LONG, John (fl. 1768-1791). Voyages and Travels of an Indian Interpreter and Trader, describing the Manners and Customs of the North American Indians; with an Account of the Posts situated on the River Saint Lawrence, Lake Ontario, &c. To which is added, a Vocabulary of the Chippewa. London: Printed for the author; and sold by Robson, Debrett, et al., 1791.
4to., (11 4/8 x 9 2/8 inches). 4-page Subscriber's list. Fine folding engraved map: "Sketch of the Western Countries of Canada 1791". Original publisher's paper boards, title in manuscript on the spine, uncut (front cover nearly detached, backstrip chipped); preserved in modern green morocco backed slipcase and chemise.
Provenance: with the bookplate of Jay T. Snider on the inside of the chemise, his sale, Jay T. Snider Collection of Historical Americana, his sale Christie's 21 June 2005, lot 122; with the leather book label of Michael Sharpe, his sale, Bonham's, February 9th, 2015, lot 8
"The most valuable record of Indian life and the fur trade of the period" (Vail).
First edition. A valuable descriptive account from Long who lived in North America for nineteen years: "with respect to the descriptions of lakes, rivers, &c. which lie beyond Lake Superior, from lake Nipegon to lake Arbitis, I have given them as accurately as possible, either from my own knowledge, or the most authentic Indian accounts; …" (Preface). And important for the extensive vocabulary included at the end "…the vocabulary which is subjoined, and on which I have bestowed some pains, it is hoped will not only afford information to such as may be desirous of attaining a knowledge of the Chippeway language, but prove useful to those who are already engaged in traffic with the Indians" (Preface).
All that is known of John Long "is contained in his Voyages and travels of an Indian Interpreter and Trader. According to this account he arrived in Montreal in 1768 as an articled clerk and spent the next seven years in the vicinity learning the Indian trade under the direction of a merchant. He grew particularly familiar with the Mohawks of Caughnawaga, in whose language he became fluent. During the early years of the American revolution he accompanied Indian parties on scouting expeditions and in several actions against the invaders in the Montreal area.
"Having learned Ojibwa, the lingua franca of the fur trade, Long was employed in 1777 by an unnamed merchant to lead a trading party into the region north of Lake Superior. At Pays Plat (near the mouth of the Nipigon River, Ont.) he was adopted by the Ojibwa chief Madjeckewiss. Although the ceremony was painful, adoption was believed by traders to be worthwhile for the business advantages it brought. Long and his men then went inland to Dead Lake (east of Lake Nipigon) and wintered there, doing a considerable trade. In the summer they returned to Pays Plat where their employer’s agents picked up their furs and gave them a fresh supply of goods and provisions. The traders returned inland to Weed Lake (possibly Nighthawk Lake) for the winter of 1778–79. In the spring Long left the severe hardships of the interior for the more comfortable life of Michilimackinac (Mackinaw City, Mich.).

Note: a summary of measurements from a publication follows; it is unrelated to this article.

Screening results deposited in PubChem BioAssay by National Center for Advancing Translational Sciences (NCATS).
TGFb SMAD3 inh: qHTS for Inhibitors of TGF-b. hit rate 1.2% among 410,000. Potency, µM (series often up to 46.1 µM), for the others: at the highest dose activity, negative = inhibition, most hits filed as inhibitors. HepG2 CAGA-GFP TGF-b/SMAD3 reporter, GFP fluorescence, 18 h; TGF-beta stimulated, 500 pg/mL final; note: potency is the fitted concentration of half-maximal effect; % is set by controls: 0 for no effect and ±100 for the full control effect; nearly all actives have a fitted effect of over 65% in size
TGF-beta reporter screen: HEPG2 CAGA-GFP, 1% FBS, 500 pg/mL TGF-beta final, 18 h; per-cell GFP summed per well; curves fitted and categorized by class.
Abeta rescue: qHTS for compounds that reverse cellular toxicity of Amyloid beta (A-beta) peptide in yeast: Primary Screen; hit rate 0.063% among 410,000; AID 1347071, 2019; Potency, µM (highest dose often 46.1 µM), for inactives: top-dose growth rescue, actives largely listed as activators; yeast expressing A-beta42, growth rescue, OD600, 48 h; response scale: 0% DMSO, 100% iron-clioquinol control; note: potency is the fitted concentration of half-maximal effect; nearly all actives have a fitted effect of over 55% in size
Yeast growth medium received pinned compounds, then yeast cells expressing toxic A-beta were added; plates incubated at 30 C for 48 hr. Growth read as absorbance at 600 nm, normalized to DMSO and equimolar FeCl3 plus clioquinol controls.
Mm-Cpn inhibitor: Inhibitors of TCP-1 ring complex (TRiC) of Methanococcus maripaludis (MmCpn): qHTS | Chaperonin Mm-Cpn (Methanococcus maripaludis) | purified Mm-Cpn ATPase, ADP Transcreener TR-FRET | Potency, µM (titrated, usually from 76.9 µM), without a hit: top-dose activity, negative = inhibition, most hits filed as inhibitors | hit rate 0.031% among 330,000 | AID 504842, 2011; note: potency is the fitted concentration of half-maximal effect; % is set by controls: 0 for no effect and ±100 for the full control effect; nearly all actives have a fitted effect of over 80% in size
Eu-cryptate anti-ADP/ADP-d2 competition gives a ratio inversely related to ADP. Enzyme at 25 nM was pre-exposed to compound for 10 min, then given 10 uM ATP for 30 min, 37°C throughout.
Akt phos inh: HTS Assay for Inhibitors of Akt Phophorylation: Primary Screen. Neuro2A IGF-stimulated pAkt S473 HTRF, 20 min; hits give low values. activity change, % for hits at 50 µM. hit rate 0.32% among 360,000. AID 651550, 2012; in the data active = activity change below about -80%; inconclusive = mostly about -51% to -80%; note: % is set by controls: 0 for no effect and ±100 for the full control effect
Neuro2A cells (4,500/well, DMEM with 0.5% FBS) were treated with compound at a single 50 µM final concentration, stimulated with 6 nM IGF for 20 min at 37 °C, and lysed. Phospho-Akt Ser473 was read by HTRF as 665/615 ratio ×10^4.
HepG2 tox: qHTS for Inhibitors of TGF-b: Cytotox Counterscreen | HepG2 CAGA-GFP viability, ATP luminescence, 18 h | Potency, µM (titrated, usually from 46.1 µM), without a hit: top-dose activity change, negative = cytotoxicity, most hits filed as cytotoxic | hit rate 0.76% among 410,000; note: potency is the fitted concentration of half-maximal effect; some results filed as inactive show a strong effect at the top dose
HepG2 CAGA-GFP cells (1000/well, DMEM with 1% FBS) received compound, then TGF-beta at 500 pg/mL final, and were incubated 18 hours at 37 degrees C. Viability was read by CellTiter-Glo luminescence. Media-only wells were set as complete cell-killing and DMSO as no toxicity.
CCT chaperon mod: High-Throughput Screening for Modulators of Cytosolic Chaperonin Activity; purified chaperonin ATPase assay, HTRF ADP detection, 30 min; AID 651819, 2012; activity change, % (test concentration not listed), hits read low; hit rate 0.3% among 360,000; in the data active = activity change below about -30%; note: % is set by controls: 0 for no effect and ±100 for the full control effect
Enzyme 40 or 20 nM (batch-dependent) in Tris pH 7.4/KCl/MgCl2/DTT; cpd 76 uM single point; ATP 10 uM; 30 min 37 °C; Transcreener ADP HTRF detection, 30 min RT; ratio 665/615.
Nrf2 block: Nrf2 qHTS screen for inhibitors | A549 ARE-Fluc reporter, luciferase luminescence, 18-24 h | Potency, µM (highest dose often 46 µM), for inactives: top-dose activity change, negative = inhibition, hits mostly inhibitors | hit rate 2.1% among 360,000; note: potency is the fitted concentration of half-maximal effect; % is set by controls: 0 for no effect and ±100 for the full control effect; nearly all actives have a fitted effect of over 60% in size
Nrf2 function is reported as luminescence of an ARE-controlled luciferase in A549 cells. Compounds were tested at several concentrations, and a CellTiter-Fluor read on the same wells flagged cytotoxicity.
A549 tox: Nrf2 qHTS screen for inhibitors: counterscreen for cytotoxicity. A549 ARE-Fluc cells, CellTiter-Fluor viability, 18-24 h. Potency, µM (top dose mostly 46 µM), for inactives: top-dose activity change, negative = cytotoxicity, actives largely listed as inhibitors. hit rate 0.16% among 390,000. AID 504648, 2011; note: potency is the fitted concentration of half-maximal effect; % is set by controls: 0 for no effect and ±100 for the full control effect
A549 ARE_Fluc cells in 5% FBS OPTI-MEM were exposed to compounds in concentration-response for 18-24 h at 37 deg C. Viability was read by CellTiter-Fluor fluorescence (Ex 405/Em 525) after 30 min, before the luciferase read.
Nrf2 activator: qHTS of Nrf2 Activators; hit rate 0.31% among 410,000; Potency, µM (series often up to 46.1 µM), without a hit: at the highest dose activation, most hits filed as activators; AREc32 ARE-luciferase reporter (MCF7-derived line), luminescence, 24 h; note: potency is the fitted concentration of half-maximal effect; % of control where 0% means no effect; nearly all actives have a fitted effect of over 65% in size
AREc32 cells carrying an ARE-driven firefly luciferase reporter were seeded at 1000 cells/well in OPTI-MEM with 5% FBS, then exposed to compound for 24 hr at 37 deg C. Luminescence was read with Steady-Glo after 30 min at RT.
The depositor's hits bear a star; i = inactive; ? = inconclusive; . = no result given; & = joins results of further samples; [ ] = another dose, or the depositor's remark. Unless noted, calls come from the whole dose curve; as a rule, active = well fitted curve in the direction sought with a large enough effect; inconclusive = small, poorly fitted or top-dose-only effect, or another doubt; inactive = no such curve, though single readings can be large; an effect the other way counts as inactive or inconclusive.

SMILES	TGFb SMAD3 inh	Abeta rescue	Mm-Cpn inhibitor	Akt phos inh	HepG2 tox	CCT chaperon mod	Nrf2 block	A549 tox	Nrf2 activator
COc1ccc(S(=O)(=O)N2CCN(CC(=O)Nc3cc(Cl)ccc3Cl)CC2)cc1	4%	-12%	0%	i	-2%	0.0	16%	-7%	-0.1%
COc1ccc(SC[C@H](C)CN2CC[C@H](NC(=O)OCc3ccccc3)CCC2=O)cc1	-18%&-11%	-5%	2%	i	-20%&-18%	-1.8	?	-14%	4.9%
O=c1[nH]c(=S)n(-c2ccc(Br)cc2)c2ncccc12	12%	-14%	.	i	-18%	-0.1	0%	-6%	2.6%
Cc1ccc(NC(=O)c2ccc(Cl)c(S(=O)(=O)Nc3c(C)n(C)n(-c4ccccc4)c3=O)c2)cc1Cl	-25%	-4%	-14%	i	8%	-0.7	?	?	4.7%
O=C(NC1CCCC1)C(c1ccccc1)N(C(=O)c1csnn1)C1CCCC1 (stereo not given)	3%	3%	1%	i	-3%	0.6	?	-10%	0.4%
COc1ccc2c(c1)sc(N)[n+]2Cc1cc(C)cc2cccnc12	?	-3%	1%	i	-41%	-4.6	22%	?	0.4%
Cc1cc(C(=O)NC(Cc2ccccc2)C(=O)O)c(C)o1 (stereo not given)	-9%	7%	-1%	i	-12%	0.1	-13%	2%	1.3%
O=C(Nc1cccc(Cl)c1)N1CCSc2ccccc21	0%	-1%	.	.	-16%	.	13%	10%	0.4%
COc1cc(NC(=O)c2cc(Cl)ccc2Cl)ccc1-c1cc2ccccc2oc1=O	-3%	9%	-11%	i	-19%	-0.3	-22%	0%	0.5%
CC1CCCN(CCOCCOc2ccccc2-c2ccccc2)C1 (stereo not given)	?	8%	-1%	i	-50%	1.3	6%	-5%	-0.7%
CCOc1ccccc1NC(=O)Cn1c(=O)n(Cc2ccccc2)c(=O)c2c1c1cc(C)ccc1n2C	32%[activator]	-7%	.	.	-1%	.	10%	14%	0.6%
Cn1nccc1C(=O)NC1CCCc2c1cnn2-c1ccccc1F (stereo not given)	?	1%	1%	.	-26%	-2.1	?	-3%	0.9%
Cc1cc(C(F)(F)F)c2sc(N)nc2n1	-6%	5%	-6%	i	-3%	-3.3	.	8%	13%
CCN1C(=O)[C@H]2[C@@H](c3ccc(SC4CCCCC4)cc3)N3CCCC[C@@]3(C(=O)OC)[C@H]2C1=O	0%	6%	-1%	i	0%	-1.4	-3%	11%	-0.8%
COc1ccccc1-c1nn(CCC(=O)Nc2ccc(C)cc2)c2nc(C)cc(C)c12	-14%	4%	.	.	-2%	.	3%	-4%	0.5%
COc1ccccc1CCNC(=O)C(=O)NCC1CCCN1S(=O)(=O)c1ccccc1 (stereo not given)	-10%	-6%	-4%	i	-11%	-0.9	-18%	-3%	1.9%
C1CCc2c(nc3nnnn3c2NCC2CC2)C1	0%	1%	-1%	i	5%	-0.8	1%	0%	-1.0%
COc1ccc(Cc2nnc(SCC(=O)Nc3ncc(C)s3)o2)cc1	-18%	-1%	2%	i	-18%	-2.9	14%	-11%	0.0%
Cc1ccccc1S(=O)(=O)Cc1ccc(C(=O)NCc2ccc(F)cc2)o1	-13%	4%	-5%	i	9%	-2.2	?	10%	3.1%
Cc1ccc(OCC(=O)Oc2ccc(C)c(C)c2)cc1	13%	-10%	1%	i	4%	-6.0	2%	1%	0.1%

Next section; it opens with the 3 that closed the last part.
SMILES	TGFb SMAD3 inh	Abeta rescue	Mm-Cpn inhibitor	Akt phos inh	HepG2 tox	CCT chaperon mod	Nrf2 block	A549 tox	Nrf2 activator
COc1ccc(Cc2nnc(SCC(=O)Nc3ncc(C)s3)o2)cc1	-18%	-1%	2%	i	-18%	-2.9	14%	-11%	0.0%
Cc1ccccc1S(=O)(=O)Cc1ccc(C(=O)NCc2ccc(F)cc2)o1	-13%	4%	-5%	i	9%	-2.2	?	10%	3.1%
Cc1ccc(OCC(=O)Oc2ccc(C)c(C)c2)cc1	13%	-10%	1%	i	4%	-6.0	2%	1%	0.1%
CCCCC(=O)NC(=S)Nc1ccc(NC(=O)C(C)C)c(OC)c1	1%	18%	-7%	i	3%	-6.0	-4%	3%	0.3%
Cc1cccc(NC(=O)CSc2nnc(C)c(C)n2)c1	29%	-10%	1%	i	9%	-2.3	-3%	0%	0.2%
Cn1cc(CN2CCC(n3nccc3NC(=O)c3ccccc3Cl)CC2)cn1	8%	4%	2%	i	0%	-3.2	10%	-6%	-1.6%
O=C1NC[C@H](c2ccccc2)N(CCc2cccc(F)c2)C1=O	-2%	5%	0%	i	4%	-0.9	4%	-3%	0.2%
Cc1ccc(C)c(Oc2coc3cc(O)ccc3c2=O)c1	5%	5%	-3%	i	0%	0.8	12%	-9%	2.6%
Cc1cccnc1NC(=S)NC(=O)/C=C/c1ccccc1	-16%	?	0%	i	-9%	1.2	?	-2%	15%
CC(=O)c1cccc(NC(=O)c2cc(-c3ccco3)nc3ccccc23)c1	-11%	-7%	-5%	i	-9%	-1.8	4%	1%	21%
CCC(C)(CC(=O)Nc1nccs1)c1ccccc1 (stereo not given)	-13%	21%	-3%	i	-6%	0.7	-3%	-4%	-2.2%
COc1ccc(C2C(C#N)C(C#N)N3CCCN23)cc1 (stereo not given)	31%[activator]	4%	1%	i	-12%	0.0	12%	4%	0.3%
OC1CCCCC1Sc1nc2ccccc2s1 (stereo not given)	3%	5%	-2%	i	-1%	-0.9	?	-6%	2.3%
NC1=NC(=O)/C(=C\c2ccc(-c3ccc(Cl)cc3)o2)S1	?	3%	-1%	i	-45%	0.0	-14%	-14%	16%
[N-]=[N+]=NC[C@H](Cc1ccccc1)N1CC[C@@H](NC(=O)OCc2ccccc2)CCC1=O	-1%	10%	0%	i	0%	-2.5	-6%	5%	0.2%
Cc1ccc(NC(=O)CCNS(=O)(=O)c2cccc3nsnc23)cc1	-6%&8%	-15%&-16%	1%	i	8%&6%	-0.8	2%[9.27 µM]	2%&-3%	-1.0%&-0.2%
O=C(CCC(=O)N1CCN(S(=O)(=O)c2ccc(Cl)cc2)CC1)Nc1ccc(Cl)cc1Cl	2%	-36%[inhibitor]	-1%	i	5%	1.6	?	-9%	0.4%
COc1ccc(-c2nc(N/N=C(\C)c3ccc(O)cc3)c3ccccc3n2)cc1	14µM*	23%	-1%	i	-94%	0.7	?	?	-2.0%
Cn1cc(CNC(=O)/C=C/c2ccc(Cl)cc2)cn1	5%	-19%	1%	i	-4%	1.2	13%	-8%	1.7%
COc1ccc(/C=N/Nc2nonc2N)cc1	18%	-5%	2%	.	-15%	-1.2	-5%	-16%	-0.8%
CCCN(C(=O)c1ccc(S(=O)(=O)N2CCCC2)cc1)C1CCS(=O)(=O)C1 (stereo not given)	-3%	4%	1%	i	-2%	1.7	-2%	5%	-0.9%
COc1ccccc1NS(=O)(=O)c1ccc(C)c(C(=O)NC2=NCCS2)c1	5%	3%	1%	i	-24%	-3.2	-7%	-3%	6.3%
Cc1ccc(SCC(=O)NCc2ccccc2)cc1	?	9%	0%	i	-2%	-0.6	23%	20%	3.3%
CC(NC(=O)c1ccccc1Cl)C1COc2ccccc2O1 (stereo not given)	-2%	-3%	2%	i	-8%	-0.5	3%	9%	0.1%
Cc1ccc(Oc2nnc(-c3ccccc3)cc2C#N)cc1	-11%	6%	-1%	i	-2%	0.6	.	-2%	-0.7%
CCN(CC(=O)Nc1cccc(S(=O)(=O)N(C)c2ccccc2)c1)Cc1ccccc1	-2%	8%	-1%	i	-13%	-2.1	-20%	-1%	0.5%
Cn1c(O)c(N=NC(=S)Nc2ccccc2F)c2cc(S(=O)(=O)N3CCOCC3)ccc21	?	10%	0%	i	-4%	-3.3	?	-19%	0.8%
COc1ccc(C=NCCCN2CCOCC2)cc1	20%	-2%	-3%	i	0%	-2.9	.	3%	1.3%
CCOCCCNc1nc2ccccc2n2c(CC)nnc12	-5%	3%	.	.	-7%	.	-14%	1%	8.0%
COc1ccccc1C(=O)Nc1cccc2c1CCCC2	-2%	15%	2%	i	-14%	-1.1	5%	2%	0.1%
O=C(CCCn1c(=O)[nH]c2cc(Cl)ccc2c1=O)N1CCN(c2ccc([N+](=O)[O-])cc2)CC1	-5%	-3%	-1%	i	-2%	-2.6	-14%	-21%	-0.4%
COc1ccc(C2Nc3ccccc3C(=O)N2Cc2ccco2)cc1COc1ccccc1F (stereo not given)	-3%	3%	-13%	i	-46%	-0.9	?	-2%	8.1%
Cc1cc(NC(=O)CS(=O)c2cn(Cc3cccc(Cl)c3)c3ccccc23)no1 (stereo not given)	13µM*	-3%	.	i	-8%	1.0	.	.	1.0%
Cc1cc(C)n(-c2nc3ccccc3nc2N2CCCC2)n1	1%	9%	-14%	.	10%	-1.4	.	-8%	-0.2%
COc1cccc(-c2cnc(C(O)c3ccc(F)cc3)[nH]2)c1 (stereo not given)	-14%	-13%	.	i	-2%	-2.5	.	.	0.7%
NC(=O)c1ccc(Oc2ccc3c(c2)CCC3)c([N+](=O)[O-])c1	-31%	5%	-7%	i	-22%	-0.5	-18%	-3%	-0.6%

"Disturbances connected with the American revolution were affecting the fur trade in the southern hinterland of Michilimackinac. In June 1780 word reached the post that the traders in that region had left their winter’s furs at Prairie du Chien (Wis.) under the care of the interpreter Charles-Michel Mouet de Langlade rather than risk bringing them in. Long, with 36 Foxes and Sioux under Wahpasha and 20 Canadians, went to the Mississippi to fetch the furs.
"Long’s next trading venture took him up the Saguenay River (Que.) in the autumn of 1780. He wintered at Chicoutimi and in the spring went west to Lake Shaboomoochoine (possibly Matagami Lake, Que.). In August 1781 he returned to Quebec. Seeing no further prospects for himself in Canada, he left for England in 1783. He contracted with a relative there to supply him with goods and by 1784 was in Canada again. His fortunes declined, however, and he was almost continually out of work and in debt for the next three years. He spent time in New York and in the new loyalist settlements on the Bay of Quinte (Ont.) but was unable to manage a trip to the fur-trading country. When he received money in 1787 from a friend, he decided to go back to England while he could, and he left Canada in October.
"His book was published in London in 1791 [as here]. It was, he claimed, “not the pages of a professed Tourist, but such observations as a commercial man flatters himself may be found acceptable to the merchant and the philosopher.” It is significant for its detailed and relatively unbiased descriptions of Indian life. He deplored the behaviour of the Indians when they were intoxicated, but he recognized that many of the problems they were experiencing were directly attributable to the influence and example of whites. (He himself had pushed the priest of Tadoussac (Que.) into the St Lawrence during a drunken quarrel.) Of considerable importance also are his lengthy vocabularies of Inuit, Mohawk, Algonkin, Mohegan, Shawnee, and Ojibwa terms" (Charles A. Bishop for Dictionary of Canadian Biography). Ayer Indian Linguistics 28, Chippewa 128 and 150; Field 946; Graff 2527; Howes L443; Hubach, p 27; Jones 619; Pilling Algonquian pp 314-315; Rader 2249; Sabin 41878; Smith 6073; Staton/Tremaine 597; Streeter sale 3651; Vail 878; Waterston p 18. Catalogued by Kate Hunter